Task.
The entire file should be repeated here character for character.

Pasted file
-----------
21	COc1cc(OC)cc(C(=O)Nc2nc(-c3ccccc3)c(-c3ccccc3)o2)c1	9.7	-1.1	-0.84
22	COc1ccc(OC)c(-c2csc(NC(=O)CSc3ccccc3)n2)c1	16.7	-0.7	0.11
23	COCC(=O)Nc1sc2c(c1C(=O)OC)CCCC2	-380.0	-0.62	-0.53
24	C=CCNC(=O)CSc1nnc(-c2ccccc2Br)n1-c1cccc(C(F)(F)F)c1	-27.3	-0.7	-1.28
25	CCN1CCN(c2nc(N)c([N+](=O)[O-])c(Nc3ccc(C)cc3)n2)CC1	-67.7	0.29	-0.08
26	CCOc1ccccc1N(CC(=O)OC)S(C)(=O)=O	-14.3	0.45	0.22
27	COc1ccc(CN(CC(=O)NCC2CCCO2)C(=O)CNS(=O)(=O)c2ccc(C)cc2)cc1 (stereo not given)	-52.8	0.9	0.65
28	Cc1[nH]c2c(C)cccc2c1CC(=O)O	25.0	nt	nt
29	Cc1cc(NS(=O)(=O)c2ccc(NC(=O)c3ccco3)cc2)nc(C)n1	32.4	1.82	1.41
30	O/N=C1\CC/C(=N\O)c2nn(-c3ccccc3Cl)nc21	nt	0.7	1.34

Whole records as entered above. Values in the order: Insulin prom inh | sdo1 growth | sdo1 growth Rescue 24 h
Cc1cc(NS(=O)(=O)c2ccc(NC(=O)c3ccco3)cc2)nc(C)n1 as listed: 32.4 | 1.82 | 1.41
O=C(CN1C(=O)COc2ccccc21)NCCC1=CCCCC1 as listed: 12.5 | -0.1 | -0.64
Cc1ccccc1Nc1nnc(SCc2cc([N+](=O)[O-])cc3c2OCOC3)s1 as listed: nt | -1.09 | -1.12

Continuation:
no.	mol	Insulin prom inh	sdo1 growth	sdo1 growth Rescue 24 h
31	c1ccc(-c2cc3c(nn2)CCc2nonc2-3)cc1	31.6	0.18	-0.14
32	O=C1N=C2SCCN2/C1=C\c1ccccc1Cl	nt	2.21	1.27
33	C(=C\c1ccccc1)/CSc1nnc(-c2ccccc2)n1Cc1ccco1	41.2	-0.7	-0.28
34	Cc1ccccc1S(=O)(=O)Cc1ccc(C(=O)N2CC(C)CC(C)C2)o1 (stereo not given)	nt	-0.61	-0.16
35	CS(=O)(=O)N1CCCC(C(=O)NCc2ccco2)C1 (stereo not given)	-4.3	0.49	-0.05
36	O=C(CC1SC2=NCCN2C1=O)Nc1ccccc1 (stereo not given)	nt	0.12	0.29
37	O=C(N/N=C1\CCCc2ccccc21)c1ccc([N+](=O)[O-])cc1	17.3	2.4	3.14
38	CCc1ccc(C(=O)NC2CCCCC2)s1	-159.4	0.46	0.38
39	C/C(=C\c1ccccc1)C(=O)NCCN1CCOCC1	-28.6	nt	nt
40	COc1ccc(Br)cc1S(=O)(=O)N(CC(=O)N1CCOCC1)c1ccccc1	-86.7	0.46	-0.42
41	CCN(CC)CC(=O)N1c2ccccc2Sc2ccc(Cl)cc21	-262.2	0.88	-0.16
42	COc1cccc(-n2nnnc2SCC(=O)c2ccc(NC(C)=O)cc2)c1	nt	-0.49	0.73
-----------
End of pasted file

21	COc1cc(OC)cc(C(=O)Nc2nc(-c3ccccc3)c(-c3ccccc3)o2)c1	9.7	-1.1	-0.84
22	COc1ccc(OC)c(-c2csc(NC(=O)CSc3ccccc3)n2)c1	16.7	-0.7	0.11
23	COCC(=O)Nc1sc2c(c1C(=O)OC)CCCC2	-380.0	-0.62	-0.53
24	C=CCNC(=O)CSc1nnc(-c2ccccc2Br)n1-c1cccc(C(F)(F)F)c1	-27.3	-0.7	-1.28
25	CCN1CCN(c2nc(N)c([N+](=O)[O-])c(Nc3ccc(C)cc3)n2)CC1	-67.7	0.29	-0.08
26	CCOc1ccccc1N(CC(=O)OC)S(C)(=O)=O	-14.3	0.45	0.22
27	COc1ccc(CN(CC(=O)NCC2CCCO2)C(=O)CNS(=O)(=O)c2ccc(C)cc2)cc1 (stereo not given)	-52.8	0.9	0.65
28	Cc1[nH]c2c(C)cccc2c1CC(=O)O	25.0	nt	nt
29	Cc1cc(NS(=O)(=O)c2ccc(NC(=O)c3ccco3)cc2)nc(C)n1	32.4	1.82	1.41
30	O/N=C1\CC/C(=N\O)c2nn(-c3ccccc3Cl)nc21	nt	0.7	1.34

Whole records as entered above. Values in the order: Insulin prom inh | sdo1 growth | sdo1 growth Rescue 24 h
Cc1cc(NS(=O)(=O)c2ccc(NC(=O)c3ccco3)cc2)nc(C)n1 as listed: 32.4 | 1.82 | 1.41
O=C(CN1C(=O)COc2ccccc21)NCCC1=CCCCC1 as listed: 12.5 | -0.1 | -0.64
Cc1ccccc1Nc1nnc(SCc2cc([N+](=O)[O-])cc3c2OCOC3)s1 as listed: nt | -1.09 | -1.12

Continuation:
no.	mol	Insulin prom inh	sdo1 growth	sdo1 growth Rescue 24 h
31	c1ccc(-c2cc3c(nn2)CCc2nonc2-3)cc1	31.6	0.18	-0.14
32	O=C1N=C2SCCN2/C1=C\c1ccccc1Cl	nt	2.21	1.27
33	C(=C\c1ccccc1)/CSc1nnc(-c2ccccc2)n1Cc1ccco1	41.2	-0.7	-0.28
34	Cc1ccccc1S(=O)(=O)Cc1ccc(C(=O)N2CC(C)CC(C)C2)o1 (stereo not given)	nt	-0.61	-0.16
35	CS(=O)(=O)N1CCCC(C(=O)NCc2ccco2)C1 (stereo not given)	-4.3	0.49	-0.05
36	O=C(CC1SC2=NCCN2C1=O)Nc1ccccc1 (stereo not given)	nt	0.12	0.29
37	O=C(N/N=C1\CCCc2ccccc21)c1ccc([N+](=O)[O-])cc1	17.3	2.4	3.14
38	CCc1ccc(C(=O)NC2CCCCC2)s1	-159.4	0.46	0.38
39	C/C(=C\c1ccccc1)C(=O)NCCN1CCOCC1	-28.6	nt	nt
40	COc1ccc(Br)cc1S(=O)(=O)N(CC(=O)N1CCOCC1)c1ccccc1	-86.7	0.46	-0.42
41	CCN(CC)CC(=O)N1c2ccccc2Sc2ccc(Cl)cc21	-262.2	0.88	-0.16
42	COc1cccc(-n2nnnc2SCC(=O)c2ccc(NC(C)=O)cc2)c1	nt	-0.49	0.73